"[T]here is no right to practice medicine which is not subordinate to the police power of the states." Lambert v. Yellowsley, 272 U.S. 581, 596, 71 L. Ed. 422, 429 (1926), quoted in In re Guess, 327 N.C. 46, 57, 393 S.E.2d 833, 839 (1990), cert. denied, 498 U.S. 1047, 112 L. Ed. 2d 774 (1991). It is well-settled that "the State possesses the police power in its capacity as a sovereign, and in exercise thereof, the Legislature may enact laws, within constitutional limits, to protect or promote the health, morals, order, safety, and general welfare of society." State v. Ballance, 229 N.C. 764, 769, 51 S.E.2d 731, 734 (1949); see also Barsky v. Board of Regents, 347 U.S. 442, 449, 98 L. Ed. 829, 838 (1954) ("It is elemental that a state has broad power to establish and enforce standards of conduct within its borders relative to the health of everyone there. It is a vital part of a state's police power. The state's discretion in that field extends naturally to the regulation of all professions concerned with health."). This power is as extensive as is necessary for the protection of the public health, safety, morals, and general welfare. A-S-P Associates v. City of Raleigh, 298 N.C. 207, 213, 258 S.E.2d 444, 448 (1979). As the North Carolina Supreme Court has said, "the state has the power to do whatever may be necessary to protect public health, safety, morals, and the general welfare." Treants Enterprises, Inc. v. Onslow County, 320 N.C. 776, 778, 360 S.E.2d 783, 786 (1987). The United States Supreme Court has also expressed this view. See Dent v. West Virginia, 129 U.S. 114, 122, 32 L. Ed. 623, 626 (1889) ("The power of the State to provide for the general welfare of its people authorizes it to prescribe all such regulations as, in its judgment, will secure or tend to secure" such benefits.).

    However, whenever the State exercises its police power, there is necessarily a deprivation of individual liberty. In re Hospital, 282 N.C. 542, 550, 193 S.E.2d 729, 735 (1973). As a result, "the legislative power is not unlimited, but is subject to specific limitations imposed by the Constitution of this State and the Constitution of the United States." Indemnity Co. v. Ingram, Comr. of Insurance, 290 N.C. 457, 466, 226 S.E.2d 498, 504 (1976).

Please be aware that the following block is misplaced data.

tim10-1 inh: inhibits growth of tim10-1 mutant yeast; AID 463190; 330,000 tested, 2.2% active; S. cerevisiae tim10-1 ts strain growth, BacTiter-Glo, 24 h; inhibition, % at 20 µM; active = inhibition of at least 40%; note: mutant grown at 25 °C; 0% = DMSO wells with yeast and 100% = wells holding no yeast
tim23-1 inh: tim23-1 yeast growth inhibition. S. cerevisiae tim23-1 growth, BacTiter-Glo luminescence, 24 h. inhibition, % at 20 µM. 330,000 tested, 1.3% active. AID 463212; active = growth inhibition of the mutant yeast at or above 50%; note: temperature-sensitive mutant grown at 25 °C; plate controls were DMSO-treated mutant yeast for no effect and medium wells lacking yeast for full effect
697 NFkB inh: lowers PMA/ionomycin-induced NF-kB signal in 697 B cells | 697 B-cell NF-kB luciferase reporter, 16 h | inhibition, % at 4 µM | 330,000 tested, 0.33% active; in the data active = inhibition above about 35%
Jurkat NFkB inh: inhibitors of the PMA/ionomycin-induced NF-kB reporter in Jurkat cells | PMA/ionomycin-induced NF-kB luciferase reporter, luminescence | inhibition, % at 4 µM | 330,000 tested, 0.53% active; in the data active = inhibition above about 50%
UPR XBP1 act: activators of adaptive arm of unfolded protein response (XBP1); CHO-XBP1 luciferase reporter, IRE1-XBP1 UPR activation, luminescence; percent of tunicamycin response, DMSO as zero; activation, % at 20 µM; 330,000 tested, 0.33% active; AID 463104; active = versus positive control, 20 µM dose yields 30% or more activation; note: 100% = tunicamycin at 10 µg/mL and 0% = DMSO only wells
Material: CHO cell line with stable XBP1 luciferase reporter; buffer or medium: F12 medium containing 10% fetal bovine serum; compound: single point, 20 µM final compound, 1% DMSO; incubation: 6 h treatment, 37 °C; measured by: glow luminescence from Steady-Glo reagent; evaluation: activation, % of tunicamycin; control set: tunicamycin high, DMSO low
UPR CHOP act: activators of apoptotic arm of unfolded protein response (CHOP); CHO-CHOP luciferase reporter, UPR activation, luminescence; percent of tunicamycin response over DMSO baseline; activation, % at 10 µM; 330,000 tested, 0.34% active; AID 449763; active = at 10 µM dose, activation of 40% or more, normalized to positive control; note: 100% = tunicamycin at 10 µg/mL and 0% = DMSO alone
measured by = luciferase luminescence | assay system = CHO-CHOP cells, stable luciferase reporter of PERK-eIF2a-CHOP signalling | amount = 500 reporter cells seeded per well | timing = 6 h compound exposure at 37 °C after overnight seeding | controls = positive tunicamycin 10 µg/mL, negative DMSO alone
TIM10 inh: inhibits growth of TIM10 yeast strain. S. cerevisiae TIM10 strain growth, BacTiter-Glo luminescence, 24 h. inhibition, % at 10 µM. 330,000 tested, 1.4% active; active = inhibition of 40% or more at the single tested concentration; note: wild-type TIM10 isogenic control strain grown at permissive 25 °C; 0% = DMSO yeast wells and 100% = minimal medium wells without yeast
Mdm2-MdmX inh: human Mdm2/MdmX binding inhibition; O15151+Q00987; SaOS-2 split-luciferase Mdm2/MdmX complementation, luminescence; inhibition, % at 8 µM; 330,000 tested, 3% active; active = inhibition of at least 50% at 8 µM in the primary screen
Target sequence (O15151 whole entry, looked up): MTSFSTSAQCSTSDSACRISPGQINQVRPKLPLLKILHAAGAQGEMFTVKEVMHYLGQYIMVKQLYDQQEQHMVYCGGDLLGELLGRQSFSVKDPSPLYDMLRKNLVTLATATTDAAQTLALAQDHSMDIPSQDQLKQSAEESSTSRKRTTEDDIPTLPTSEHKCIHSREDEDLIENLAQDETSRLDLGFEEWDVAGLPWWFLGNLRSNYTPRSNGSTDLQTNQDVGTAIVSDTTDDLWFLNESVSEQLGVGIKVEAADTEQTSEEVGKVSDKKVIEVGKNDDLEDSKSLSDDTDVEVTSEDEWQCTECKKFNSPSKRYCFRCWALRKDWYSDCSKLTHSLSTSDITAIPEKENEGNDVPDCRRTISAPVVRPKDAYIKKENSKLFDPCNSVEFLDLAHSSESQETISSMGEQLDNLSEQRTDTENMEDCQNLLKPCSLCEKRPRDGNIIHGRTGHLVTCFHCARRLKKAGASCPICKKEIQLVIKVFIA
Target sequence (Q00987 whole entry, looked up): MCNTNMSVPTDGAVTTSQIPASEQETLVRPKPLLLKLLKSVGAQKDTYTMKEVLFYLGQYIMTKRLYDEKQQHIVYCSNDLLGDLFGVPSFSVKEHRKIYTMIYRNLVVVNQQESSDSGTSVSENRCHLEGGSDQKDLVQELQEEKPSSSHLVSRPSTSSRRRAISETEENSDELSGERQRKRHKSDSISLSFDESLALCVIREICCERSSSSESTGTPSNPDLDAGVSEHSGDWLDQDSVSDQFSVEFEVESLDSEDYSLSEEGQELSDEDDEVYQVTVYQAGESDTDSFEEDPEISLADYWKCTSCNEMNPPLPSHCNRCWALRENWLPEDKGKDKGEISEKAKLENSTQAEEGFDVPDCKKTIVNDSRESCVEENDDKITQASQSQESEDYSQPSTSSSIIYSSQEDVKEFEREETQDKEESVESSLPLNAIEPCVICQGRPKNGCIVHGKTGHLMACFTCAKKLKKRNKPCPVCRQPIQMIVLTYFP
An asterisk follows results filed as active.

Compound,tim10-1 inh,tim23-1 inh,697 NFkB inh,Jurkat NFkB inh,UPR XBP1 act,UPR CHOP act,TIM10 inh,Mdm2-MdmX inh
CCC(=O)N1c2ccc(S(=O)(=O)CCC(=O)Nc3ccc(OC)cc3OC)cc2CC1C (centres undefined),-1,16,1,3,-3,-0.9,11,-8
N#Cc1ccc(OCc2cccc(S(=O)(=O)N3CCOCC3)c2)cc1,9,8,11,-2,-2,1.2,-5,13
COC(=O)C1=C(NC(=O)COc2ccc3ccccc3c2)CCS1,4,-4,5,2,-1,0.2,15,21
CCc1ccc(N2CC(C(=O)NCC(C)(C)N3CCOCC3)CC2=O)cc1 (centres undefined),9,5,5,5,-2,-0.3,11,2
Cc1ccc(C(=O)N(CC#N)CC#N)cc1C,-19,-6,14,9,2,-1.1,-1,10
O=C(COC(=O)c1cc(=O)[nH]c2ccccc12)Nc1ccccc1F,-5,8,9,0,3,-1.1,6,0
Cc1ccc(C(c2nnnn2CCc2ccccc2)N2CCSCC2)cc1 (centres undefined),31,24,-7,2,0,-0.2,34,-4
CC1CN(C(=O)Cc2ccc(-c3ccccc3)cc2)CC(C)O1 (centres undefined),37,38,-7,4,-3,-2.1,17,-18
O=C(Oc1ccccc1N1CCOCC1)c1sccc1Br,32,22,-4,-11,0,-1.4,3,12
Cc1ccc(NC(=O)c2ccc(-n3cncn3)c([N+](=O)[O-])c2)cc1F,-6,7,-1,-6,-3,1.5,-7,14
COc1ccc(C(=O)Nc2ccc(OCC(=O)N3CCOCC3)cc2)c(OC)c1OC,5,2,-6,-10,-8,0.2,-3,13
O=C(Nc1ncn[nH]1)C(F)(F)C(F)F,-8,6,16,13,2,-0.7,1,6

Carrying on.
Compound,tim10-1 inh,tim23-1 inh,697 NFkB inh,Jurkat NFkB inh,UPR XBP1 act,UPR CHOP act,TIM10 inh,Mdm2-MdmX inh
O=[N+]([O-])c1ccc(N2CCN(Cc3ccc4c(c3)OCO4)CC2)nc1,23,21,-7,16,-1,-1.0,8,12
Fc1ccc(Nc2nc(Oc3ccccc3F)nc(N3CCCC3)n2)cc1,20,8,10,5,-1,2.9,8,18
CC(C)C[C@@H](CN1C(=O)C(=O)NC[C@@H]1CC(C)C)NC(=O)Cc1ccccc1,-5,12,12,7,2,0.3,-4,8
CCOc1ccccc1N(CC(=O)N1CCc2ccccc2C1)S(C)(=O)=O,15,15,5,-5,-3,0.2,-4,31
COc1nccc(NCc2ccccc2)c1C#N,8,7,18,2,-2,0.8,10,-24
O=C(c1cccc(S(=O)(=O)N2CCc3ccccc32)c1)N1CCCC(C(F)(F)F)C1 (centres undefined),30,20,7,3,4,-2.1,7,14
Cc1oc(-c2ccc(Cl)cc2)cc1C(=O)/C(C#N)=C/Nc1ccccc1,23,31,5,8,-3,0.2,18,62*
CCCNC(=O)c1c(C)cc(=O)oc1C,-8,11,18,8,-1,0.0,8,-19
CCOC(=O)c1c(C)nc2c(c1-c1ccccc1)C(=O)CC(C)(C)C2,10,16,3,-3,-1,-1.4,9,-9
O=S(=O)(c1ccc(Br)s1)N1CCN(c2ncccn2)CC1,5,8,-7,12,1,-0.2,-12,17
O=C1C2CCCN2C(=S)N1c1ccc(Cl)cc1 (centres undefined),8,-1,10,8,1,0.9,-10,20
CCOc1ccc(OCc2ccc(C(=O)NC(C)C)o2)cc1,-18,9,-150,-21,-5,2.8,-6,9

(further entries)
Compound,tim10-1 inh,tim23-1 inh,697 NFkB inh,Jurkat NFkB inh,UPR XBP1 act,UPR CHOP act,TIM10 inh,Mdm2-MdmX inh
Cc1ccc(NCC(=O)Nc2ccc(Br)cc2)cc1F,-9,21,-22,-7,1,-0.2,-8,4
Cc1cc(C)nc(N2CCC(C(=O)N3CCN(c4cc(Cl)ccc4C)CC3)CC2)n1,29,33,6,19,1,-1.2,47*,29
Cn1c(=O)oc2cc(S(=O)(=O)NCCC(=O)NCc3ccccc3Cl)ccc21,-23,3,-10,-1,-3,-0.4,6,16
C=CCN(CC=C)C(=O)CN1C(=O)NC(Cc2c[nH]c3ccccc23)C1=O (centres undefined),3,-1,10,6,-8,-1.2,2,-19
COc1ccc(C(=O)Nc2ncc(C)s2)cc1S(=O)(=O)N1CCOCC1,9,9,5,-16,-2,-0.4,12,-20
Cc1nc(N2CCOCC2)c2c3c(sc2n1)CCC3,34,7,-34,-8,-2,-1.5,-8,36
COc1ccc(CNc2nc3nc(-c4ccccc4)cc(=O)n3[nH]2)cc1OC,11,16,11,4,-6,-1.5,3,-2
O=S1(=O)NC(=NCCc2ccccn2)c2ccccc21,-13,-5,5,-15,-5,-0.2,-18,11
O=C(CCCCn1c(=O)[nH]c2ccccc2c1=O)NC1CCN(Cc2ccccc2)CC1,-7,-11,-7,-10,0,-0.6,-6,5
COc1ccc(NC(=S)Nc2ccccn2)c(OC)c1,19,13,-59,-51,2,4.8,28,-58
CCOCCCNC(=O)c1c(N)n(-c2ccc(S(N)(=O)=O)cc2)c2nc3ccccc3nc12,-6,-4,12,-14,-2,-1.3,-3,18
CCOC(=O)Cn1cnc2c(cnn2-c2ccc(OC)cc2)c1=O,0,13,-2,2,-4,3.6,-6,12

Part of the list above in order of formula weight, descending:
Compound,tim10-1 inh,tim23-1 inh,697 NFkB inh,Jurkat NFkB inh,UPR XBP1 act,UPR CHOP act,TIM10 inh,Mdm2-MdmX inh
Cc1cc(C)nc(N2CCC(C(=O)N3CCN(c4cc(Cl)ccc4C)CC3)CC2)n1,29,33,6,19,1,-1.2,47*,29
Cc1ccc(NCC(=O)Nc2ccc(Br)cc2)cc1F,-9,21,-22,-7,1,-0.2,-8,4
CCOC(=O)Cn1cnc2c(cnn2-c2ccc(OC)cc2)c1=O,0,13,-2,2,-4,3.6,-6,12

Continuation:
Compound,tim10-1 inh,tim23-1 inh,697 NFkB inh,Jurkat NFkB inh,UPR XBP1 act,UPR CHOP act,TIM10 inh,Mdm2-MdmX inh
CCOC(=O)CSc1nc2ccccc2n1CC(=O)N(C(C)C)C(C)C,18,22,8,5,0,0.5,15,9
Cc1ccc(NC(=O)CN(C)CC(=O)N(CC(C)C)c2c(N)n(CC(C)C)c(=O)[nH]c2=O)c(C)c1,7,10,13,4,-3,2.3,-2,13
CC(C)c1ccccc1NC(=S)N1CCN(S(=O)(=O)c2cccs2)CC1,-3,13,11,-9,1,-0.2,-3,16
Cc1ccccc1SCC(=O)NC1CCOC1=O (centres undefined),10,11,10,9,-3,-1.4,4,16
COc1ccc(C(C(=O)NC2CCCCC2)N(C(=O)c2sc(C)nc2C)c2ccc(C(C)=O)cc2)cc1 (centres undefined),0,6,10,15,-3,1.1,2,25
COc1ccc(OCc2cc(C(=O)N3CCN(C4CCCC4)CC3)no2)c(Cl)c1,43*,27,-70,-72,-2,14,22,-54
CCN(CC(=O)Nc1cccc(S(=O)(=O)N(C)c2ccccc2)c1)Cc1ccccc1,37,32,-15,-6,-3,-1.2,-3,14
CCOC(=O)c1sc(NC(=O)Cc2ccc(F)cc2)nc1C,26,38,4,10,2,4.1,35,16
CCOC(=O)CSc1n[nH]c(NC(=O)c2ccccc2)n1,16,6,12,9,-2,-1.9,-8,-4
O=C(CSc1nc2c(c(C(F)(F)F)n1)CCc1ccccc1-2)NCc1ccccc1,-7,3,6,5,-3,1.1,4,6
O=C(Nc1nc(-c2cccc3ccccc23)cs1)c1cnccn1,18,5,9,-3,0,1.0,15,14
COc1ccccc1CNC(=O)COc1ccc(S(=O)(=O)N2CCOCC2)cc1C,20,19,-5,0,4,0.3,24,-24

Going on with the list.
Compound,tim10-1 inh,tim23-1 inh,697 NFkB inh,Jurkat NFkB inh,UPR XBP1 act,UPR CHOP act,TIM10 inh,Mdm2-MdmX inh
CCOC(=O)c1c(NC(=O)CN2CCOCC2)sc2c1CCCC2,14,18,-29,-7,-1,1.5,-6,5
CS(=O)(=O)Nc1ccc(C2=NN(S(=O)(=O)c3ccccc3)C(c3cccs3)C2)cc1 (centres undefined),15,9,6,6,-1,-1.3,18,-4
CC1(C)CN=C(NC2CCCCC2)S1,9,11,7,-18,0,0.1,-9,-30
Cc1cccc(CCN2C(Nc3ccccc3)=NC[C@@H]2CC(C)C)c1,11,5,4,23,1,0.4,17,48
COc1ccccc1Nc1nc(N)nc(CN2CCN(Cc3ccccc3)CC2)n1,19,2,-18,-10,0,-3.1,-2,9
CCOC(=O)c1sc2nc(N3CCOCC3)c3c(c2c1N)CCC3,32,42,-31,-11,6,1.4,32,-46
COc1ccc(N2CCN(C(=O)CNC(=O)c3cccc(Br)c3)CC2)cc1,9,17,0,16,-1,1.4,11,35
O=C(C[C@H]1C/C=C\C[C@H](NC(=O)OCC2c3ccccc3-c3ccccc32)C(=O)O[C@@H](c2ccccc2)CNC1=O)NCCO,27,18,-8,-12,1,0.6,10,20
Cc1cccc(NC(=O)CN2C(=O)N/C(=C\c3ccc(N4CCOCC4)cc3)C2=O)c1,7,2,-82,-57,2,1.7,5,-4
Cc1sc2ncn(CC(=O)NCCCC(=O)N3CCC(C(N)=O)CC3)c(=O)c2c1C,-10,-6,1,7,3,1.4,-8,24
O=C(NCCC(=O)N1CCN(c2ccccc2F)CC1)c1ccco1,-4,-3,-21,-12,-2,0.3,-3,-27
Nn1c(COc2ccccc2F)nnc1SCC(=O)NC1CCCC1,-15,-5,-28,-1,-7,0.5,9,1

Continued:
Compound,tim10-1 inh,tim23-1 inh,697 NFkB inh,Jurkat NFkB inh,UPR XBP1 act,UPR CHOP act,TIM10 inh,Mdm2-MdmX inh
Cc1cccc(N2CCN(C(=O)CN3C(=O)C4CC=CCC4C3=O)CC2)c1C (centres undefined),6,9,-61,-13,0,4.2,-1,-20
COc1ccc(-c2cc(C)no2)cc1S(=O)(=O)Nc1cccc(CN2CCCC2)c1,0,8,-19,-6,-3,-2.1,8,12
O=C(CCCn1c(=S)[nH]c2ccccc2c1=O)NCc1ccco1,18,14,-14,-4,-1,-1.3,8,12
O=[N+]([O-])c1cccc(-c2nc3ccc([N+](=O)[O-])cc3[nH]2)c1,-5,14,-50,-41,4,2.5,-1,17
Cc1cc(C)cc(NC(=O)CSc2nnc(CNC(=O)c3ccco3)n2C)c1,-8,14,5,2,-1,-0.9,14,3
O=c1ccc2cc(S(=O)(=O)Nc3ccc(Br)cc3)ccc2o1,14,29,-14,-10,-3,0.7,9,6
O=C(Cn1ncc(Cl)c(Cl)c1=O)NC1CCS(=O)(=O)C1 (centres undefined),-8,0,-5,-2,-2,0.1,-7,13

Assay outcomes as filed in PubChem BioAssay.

Both the federal due process clause and the North Carolina constitution's Law of the Land Clause, article 1, section 19, limit the State's police power. See McNeill v. Harnett County, 327 N.C. 552, 398 S.E.2d 475 (1990). If no fundamental right is implicated, under federal due process law a governmental action must pass the so-called "minimal scrutiny" test: whether the challenged action has a legitimate purpose and whether it was reasonable for the legislature to believe that the statute would achieve that purpose. Western & Southern L.I. Co. v. Bd. of Equalization, 451 U.S. 648, 68 L. Ed. 2d 514 (1981).

    "The term 'law of the land' is synonymous with 'due process of law.' " Ballance, 229 N.C. at 769, 51 S.E.2d at 734. The law of the land prohibits police regulations if they are not "rationally related to a substantial government purpose." Treants Enterprises, 320 N.C. at 778-79, 360 S.E.2d at 785; see also In re Hospital, 282 N.C. at 551, 193 S.E.2d at 735 (stating that for a valid exercise of the police power the proposed restriction must have a reasonable relationship to the evil sought to be remedied.).

    The restraint of the law of the land clause on the State's police power is, however, "flexible" in nature. McNeill v. Harnett County, 327 N.C. at 564, 398 S.E.2d at 482. Whether the State's exercise of its police power "is a violation of the Law of the Land Clause or a valid exercise of the police power is a question of degree and of reasonableness in relation to the public good likely to result from it." In re Hospital, 282 N.C. at 550, 193 S.E.2d at 735. Furthermore, "[w]hen the most that can be said against [an ordinance] is that whether it was an unreasonable, arbitrary or unequal exercise of power is fairly debatable, the courts will not interfere. In such circumstances the settled rule seems to be that the court will not substitute its judgment for that of the legislative body charged with the primary duty and responsibility of determining whether its action is in the interest of the public health, safety, morals, or general welfare." In Re Appeal of Parker, 214 N.C. 51, 55, 197 S.E. 706, 709 (1938).